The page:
(Un)Smart: Why smart cities have failed and how data can fix them
Five years ago, smart cities became the next big thing in sustainability. Trillions of dollars were spent. Moguls graced the covers of magazines.
Smart cities were going to solve urban challenges and resource limitations.
However, many smart cities today are considered failures. The promise of tech-driven urban centers that improve infrastructure, efficiency and overall quality of life has fallen short of expectations.
So why do these projects keep falling flat?
Why smart cities have failed to deliver
City planners have purchased lots of technology without investing in how to use it. According to Marc Evans, Brightly’s Vice President of Government Solutions, there has been too much focus on technology — rather than outcomes — in investing decisions.
“There’s a history of unintelligent spending by smart city planners due to an impulse to buy the most technology their budgets will allow,” Evans argues. “But as we’ve seen with many of these smart cities, that mindset has led to siloed approaches, a lack of focus on overall goals of the project and technology that quickly becomes irrelevant.”
City planners have tended to invest in smart technologies as convenience stopgap solutions that provide quick, targeted fixes intending to eliminate the need to investigate the root causes of breakdowns.
But for many smart cities, those quick fixes have become unrealistic.
How smart cities can succeed
The goal of smart cities is to improve the quality of life for residents. But many planners don’t correctly analyze data to identify specific goals and outcomes. So, the result is solutionism: investments in widgets that don’t actually solve problems or deliver better outcomes.
In Evans’ perspective, there are three key ways smart cities can improve their results:
Analyzing data before investment
City leaders need to review available data in the planning phases of smart city projects. This information will help to determine how, why and where smart technology can have the most significant impact on communities. By reviewing accessible historical data, decision-makers can gain a critical understanding of their assets before any investment.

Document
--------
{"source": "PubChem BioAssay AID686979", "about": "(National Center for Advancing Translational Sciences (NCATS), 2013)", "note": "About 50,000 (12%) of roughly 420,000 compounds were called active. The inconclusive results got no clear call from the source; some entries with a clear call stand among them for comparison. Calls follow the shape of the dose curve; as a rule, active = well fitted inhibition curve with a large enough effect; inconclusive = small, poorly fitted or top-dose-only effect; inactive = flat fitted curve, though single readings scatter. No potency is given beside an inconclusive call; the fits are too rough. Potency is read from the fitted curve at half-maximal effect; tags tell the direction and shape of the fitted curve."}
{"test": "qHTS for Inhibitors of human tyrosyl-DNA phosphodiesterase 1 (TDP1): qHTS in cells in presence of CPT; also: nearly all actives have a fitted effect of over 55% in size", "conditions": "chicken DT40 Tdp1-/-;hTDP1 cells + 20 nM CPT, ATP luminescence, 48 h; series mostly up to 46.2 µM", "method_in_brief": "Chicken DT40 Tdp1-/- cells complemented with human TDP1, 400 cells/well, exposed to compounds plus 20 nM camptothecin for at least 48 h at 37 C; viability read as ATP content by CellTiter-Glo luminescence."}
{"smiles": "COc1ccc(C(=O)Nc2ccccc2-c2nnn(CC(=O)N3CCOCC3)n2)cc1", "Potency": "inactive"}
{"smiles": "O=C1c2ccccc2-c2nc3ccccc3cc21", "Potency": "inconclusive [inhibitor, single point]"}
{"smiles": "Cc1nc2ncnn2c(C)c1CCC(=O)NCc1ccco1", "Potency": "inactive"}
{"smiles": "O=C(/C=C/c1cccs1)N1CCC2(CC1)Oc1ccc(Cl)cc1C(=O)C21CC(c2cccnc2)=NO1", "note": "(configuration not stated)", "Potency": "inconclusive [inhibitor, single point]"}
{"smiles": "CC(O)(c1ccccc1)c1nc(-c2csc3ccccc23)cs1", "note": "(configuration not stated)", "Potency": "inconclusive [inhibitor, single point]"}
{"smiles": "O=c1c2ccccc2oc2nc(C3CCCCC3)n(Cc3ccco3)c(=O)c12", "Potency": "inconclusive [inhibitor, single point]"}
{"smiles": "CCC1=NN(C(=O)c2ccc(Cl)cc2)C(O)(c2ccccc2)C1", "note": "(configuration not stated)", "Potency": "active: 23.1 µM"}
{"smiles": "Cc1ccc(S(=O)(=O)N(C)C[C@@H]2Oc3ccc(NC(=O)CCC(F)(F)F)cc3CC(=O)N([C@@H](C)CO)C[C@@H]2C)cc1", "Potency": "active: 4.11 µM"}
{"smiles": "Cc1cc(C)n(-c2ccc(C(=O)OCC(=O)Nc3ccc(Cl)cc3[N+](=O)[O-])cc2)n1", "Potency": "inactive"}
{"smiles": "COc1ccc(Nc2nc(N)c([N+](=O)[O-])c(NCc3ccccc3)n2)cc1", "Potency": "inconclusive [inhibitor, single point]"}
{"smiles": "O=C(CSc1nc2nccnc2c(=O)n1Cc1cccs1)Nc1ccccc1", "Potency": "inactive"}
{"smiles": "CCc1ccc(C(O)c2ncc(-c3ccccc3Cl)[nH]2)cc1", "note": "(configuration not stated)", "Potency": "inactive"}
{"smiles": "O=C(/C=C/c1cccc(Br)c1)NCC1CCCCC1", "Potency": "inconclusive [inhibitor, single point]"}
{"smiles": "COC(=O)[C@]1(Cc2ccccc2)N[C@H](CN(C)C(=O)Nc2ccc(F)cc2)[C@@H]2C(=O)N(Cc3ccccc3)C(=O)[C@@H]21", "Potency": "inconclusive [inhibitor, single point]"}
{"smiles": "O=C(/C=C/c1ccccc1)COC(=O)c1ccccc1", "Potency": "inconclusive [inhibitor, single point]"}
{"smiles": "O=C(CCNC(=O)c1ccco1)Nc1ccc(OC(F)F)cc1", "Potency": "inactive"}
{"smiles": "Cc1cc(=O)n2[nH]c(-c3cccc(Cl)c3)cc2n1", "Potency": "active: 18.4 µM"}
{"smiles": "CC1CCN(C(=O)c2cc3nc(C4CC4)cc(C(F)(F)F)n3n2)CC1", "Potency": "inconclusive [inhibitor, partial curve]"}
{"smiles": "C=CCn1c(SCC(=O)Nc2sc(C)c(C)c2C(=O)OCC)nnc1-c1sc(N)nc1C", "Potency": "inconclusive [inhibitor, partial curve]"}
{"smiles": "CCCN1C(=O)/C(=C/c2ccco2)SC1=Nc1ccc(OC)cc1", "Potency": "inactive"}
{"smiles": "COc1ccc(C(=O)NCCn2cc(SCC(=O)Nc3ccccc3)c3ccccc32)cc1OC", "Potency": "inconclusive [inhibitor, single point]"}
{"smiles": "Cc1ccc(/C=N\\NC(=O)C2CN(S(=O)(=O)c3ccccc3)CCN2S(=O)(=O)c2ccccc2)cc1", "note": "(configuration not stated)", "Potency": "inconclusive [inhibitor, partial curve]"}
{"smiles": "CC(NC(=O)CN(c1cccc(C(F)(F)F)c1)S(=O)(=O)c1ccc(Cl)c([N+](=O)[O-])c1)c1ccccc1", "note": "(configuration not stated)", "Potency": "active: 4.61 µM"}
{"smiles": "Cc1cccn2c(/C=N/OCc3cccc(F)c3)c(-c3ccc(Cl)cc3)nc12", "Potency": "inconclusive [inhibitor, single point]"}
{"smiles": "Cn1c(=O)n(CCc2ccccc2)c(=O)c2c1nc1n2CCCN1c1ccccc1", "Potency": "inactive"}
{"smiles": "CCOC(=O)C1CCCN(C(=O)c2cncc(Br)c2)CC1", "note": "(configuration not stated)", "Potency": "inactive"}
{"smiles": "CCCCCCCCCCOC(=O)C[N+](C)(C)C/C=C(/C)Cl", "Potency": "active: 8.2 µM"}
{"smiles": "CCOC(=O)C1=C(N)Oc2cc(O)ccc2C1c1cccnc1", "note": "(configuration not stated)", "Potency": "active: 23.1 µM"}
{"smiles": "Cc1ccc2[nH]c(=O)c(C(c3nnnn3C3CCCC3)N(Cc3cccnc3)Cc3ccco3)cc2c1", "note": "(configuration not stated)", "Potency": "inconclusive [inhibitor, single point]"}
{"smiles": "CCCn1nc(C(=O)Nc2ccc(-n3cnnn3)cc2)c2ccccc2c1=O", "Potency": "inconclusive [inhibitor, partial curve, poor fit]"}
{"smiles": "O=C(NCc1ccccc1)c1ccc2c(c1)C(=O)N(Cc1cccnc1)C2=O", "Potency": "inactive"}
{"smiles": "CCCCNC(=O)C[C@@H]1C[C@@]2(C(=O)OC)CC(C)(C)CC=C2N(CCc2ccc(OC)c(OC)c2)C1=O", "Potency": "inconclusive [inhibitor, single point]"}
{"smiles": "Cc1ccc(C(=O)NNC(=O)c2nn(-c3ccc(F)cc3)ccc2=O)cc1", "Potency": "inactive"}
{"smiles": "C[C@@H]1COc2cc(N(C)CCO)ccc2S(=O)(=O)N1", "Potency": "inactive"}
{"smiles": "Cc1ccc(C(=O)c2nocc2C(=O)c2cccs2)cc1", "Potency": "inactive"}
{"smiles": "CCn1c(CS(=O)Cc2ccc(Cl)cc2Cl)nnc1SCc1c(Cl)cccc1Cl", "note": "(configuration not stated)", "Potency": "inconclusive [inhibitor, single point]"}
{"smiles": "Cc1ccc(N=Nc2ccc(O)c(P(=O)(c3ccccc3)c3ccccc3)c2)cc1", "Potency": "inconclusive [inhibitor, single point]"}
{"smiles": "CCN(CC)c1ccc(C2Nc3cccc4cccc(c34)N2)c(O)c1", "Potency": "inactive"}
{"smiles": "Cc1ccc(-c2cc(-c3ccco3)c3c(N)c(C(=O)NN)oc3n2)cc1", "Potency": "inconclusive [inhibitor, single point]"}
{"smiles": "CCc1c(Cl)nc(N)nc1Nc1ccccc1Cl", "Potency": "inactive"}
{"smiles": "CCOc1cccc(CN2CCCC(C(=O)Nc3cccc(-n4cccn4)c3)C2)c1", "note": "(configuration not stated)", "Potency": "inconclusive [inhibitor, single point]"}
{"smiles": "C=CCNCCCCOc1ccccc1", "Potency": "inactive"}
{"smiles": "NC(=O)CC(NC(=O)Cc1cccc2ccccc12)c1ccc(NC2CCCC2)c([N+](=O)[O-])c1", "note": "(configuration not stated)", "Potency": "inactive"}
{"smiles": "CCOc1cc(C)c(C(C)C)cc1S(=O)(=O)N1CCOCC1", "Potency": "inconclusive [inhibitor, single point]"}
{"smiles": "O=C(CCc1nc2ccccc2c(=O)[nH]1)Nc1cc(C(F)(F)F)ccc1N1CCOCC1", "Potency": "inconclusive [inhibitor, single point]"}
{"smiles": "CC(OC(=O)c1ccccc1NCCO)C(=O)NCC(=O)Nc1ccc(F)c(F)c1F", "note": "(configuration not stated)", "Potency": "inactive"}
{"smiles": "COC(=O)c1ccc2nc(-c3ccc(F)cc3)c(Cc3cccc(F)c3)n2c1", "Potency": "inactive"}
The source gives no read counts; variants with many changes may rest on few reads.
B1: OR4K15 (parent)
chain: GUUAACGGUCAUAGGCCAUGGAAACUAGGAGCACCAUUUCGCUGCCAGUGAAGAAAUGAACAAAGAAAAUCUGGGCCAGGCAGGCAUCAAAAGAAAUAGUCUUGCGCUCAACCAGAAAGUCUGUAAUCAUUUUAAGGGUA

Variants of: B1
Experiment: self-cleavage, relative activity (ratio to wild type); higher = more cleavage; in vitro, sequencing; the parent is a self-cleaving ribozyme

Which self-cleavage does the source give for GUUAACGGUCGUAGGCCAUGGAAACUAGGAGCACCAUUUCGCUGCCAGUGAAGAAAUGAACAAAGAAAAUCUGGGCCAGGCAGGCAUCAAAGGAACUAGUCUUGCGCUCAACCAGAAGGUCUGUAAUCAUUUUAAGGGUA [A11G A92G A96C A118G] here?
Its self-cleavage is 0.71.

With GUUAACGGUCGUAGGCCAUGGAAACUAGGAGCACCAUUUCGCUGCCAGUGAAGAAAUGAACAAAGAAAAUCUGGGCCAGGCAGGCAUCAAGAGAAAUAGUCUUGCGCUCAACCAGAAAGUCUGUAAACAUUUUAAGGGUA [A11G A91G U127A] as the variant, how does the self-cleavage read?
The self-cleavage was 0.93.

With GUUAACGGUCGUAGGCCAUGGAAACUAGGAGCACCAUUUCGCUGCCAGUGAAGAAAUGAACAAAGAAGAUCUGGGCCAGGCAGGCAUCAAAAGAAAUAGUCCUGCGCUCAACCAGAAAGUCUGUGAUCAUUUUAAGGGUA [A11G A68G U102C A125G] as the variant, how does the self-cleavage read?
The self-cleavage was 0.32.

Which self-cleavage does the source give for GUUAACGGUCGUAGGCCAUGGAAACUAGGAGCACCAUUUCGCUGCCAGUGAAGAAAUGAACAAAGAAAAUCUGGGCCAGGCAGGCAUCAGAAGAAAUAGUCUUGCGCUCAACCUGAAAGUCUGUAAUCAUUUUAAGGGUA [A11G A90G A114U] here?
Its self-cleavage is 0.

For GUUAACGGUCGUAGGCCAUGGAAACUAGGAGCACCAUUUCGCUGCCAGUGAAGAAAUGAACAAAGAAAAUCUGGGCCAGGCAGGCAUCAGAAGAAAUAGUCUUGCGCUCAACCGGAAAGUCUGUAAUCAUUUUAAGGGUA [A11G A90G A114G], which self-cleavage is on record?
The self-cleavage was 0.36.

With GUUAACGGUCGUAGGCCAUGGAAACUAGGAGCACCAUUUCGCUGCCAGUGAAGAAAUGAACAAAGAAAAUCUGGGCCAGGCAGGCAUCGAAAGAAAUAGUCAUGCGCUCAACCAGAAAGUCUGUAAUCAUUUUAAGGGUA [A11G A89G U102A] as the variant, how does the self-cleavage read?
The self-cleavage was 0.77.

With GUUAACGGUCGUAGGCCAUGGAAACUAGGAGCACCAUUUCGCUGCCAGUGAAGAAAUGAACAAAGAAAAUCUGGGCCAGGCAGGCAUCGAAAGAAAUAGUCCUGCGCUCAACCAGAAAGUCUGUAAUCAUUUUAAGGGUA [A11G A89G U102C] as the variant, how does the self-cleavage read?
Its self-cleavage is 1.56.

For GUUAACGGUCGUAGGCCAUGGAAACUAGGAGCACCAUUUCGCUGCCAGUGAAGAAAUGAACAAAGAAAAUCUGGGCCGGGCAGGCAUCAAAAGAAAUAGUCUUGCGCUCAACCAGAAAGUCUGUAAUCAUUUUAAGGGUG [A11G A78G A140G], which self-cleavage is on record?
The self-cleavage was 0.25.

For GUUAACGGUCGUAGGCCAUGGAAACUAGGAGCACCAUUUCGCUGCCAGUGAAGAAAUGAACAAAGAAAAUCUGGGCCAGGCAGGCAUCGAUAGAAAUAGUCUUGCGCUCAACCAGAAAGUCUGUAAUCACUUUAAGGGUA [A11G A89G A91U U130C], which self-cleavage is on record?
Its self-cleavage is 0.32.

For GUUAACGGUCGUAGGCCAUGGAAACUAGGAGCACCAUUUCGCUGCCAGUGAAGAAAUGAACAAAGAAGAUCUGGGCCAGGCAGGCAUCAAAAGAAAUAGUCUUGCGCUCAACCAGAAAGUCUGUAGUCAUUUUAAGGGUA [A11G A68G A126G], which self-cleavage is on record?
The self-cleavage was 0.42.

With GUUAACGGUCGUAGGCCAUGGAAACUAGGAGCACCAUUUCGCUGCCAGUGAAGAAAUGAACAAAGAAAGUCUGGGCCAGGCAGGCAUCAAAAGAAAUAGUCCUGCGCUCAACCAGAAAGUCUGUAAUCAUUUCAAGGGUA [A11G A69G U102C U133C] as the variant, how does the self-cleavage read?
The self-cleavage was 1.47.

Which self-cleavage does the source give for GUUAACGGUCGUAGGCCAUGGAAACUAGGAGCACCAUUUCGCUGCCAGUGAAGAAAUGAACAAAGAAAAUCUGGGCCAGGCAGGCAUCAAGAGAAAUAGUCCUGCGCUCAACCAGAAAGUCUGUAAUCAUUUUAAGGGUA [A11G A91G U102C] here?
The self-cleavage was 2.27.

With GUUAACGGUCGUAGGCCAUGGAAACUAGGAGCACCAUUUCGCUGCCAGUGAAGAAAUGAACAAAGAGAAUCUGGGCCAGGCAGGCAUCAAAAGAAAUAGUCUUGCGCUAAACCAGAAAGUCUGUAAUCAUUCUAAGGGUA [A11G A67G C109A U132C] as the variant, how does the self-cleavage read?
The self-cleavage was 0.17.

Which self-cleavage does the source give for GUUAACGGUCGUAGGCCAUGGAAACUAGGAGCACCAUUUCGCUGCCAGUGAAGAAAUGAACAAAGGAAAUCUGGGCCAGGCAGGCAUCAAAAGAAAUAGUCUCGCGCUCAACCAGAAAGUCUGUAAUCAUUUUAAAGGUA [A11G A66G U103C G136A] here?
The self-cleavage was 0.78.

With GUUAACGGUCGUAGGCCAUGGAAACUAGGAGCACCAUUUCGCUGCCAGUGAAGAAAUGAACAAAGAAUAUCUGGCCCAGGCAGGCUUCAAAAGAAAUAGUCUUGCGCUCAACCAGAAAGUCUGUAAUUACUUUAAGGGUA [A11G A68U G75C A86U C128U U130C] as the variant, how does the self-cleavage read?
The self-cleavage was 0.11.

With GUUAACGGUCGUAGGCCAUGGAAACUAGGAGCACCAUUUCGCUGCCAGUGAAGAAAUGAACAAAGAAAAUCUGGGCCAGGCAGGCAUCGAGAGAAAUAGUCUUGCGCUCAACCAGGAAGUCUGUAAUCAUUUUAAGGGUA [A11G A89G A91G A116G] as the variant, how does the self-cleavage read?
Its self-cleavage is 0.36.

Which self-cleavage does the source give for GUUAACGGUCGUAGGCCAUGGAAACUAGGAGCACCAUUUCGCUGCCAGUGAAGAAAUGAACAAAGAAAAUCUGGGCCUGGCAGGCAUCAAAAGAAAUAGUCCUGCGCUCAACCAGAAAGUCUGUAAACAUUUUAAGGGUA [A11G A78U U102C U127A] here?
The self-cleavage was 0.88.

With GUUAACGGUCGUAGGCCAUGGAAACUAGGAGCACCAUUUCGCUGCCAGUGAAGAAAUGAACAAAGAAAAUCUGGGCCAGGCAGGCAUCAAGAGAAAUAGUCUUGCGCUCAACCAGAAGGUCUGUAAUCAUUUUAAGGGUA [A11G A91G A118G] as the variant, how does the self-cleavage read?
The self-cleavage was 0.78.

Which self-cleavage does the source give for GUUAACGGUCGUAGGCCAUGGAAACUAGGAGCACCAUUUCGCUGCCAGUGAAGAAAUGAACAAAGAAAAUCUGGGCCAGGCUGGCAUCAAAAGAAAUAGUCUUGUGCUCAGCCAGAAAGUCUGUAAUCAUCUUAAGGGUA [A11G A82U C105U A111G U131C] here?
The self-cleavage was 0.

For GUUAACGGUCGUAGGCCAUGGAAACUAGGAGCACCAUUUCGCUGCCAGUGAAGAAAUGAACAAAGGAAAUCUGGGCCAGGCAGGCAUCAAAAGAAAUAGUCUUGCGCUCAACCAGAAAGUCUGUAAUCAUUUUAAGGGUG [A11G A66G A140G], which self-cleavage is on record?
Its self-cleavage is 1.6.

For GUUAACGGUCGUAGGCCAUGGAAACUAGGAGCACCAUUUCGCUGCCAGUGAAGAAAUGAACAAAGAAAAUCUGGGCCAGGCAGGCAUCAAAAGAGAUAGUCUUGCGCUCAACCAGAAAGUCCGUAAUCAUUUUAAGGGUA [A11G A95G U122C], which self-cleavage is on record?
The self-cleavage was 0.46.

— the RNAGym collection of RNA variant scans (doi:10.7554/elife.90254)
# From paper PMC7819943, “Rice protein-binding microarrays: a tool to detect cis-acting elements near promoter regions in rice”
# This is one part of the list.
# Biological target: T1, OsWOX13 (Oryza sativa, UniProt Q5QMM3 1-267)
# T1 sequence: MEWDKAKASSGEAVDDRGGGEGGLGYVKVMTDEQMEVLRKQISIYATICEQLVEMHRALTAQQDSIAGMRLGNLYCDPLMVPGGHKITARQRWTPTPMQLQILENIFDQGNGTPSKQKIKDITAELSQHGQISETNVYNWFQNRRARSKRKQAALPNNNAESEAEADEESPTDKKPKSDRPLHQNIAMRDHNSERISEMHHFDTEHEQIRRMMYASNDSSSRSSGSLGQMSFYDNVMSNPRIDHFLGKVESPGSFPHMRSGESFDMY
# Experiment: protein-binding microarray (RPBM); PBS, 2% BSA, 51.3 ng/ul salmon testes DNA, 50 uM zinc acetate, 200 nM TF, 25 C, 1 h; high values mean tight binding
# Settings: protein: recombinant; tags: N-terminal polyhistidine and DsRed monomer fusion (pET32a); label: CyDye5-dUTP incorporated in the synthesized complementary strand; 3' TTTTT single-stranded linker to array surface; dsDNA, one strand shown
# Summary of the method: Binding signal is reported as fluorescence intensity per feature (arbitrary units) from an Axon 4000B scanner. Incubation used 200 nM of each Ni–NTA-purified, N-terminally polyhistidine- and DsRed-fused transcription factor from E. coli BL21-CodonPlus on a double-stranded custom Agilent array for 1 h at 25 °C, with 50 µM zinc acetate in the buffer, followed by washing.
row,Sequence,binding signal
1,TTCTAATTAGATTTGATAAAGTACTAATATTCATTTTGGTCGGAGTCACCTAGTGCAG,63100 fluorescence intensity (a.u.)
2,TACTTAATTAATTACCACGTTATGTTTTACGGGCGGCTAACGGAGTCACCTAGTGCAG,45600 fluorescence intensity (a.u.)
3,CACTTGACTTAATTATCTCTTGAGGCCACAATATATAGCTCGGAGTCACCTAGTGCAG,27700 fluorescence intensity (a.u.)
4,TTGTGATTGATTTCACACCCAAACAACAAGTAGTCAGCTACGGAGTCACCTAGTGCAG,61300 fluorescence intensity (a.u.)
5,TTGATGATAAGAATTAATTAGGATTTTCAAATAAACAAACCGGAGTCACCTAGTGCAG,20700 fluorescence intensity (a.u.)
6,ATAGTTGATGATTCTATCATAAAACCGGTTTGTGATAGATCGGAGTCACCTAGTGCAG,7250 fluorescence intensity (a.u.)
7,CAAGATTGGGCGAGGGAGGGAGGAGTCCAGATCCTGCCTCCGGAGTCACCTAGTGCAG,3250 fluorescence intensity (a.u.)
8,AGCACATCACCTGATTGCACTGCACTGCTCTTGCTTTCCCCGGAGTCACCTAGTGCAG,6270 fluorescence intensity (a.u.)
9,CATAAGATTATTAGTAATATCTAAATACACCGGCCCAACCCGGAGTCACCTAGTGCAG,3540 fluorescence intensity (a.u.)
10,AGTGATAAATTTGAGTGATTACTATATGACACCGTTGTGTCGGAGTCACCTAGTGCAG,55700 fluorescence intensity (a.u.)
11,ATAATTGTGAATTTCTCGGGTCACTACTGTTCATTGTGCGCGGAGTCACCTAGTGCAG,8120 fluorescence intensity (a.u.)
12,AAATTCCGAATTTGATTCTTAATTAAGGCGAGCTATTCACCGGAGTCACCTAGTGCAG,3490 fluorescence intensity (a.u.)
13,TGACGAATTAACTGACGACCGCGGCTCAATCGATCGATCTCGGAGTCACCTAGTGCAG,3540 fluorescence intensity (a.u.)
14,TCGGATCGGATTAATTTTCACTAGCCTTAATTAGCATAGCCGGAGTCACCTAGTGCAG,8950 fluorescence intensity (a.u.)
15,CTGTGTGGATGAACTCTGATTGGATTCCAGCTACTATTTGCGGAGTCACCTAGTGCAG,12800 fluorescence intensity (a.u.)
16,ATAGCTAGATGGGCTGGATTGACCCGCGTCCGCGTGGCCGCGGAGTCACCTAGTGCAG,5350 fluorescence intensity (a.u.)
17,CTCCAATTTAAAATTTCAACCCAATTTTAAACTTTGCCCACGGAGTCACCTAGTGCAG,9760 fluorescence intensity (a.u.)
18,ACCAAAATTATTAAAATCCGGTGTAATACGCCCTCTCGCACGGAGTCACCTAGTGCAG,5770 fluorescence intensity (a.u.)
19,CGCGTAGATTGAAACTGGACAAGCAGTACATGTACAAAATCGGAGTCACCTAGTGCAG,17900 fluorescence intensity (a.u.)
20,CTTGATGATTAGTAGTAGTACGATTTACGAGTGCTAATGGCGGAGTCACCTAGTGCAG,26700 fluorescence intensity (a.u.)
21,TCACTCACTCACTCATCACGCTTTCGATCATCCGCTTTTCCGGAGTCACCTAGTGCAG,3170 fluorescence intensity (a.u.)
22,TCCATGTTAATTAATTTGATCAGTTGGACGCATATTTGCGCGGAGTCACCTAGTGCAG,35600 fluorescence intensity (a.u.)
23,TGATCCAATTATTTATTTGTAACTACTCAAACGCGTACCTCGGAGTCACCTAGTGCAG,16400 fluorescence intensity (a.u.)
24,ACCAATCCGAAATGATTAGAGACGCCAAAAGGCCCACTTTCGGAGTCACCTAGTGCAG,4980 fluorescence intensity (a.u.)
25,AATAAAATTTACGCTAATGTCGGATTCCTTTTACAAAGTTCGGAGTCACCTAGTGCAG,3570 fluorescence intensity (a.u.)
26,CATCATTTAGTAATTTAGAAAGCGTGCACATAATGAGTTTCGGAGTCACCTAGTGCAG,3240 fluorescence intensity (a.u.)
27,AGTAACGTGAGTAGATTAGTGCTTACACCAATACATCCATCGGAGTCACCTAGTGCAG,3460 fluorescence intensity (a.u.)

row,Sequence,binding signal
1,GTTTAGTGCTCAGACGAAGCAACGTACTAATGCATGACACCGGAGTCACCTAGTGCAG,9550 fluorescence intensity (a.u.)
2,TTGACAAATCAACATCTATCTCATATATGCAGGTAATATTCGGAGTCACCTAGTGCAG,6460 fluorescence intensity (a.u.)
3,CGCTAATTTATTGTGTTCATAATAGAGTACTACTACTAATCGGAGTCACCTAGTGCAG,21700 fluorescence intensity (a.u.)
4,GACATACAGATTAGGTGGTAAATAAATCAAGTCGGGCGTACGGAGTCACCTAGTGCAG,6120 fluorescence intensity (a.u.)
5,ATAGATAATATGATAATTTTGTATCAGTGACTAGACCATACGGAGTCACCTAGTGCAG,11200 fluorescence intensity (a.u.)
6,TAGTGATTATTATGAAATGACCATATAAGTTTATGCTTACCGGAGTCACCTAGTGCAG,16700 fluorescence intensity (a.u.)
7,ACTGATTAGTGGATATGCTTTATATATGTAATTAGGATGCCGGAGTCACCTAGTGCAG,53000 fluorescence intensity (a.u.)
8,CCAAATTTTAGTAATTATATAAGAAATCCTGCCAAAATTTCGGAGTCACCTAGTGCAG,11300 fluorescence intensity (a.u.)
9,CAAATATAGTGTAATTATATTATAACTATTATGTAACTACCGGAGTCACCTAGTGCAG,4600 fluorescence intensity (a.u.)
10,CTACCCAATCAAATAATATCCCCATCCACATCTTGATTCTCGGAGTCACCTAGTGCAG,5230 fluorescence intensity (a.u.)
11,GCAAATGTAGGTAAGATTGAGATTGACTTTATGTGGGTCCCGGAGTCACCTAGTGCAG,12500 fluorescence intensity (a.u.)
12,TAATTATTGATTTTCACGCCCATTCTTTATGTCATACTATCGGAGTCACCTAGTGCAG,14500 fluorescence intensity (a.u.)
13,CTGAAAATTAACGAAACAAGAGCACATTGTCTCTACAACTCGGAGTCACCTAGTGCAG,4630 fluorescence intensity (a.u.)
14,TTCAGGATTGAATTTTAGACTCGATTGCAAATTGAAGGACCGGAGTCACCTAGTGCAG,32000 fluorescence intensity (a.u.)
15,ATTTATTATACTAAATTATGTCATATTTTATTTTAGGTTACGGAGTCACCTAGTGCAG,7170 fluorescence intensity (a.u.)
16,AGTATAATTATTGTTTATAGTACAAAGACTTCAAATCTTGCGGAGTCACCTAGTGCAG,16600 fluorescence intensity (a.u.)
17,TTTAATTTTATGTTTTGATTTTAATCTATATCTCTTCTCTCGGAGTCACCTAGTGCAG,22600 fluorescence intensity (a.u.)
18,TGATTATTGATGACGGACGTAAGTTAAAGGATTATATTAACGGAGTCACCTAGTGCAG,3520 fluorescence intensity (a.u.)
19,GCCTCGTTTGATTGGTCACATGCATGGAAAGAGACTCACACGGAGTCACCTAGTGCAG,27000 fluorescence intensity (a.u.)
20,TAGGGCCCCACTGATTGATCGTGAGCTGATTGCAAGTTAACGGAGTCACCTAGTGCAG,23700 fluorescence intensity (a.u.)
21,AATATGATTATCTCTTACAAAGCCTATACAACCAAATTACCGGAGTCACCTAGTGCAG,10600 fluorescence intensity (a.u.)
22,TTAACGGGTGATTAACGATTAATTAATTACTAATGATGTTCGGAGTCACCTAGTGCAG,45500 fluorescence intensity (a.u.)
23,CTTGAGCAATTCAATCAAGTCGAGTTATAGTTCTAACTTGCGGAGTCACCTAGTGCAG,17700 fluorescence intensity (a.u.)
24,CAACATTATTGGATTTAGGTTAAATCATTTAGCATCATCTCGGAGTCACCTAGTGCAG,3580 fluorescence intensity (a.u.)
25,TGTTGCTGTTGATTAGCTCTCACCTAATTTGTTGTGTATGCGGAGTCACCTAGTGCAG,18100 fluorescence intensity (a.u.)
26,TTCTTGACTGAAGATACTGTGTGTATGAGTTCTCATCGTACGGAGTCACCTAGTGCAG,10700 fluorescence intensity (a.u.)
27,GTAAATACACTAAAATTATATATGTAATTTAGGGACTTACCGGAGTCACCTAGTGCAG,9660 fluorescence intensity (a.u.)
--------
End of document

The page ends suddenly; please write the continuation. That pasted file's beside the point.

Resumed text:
Using smart tech to capture the right data
ROI can be hard to achieve — if you’re just purchasing widgets in bulk for your smart city project. Not only does this drive-up maintenance costs per year, but it locks planners into long-term contracts with vendors for technology that may become obsolete.
Evans uses an example of drainage systems to demonstrate the mistakes that many planners make in the planning phase:
“Many smart cities consider implementing smart sensors for drainage systems, but they often neglect to review the data on the performance of those assets closely,” Evans explains. “Many questions go unanswered. How often do they fill up? How well do the sensors communicate with each other? What happens if the sensors themselves aren’t properly maintained? Those sensors can quickly become irrelevant if you need to replace the batteries on 5,000 sensors.”
In Evans' view, rather than investing in thousands of sensors to cover more ground in a community, place less of them in strategic locations. Not only will thoughtfully located technology capture more relevant data, but it will achieve better outcomes — with less investment.
What defines “smart?”
For smart cities to be successful, the mindset needs to shift from spending to planning with clearly defined goals based on due diligence in the planning process. But for Evans, it can also mean investing in smarter people instead of only smart technology.
“Smart cities don’t need thousands of sensors or cameras, so long as you're capturing the information and using that to provide a better quality of life,” Evan explains. “Smart projects can be as simple as collecting feedback and having a person who can turn it into action.”
Whether it’s a smart city or a manufacturing facility, if you can capture data, you can make more informed investment decisions.
This is where Brightly can help.
Our IoT remote monitoring systems streamline preventative maintenance, improve profitability through reduced asset downtime and performance issues, and extend the asset life in support of sustainability goals.